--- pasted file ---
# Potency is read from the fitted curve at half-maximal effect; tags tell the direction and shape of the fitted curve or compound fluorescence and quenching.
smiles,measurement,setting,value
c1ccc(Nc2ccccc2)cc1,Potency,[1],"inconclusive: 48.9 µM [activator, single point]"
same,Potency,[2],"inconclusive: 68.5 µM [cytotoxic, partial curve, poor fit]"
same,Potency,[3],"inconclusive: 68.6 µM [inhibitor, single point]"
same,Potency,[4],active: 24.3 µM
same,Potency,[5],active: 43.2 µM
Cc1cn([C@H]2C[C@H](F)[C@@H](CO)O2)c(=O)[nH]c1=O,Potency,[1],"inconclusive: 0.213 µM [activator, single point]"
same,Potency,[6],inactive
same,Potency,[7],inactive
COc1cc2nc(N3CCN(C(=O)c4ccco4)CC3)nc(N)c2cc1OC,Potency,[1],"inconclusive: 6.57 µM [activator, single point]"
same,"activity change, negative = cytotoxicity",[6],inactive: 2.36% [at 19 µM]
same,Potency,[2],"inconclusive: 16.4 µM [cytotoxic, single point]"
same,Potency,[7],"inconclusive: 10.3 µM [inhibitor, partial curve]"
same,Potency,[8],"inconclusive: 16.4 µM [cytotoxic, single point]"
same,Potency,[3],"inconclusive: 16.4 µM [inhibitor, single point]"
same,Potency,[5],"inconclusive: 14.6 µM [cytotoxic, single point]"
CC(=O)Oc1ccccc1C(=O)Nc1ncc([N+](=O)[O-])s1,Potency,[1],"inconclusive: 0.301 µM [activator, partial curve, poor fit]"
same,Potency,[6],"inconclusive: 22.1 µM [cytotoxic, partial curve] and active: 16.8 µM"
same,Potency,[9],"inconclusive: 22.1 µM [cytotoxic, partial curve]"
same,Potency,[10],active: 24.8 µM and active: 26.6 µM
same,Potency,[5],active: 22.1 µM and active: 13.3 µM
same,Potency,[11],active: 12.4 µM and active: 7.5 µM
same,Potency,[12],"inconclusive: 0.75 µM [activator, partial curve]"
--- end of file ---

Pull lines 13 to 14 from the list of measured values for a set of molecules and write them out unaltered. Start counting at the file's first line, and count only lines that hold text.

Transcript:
same,Potency,[2],"inconclusive: 16.4 µM [cytotoxic, single point]"
same,Potency,[7],"inconclusive: 10.3 µM [inhibitor, partial curve]"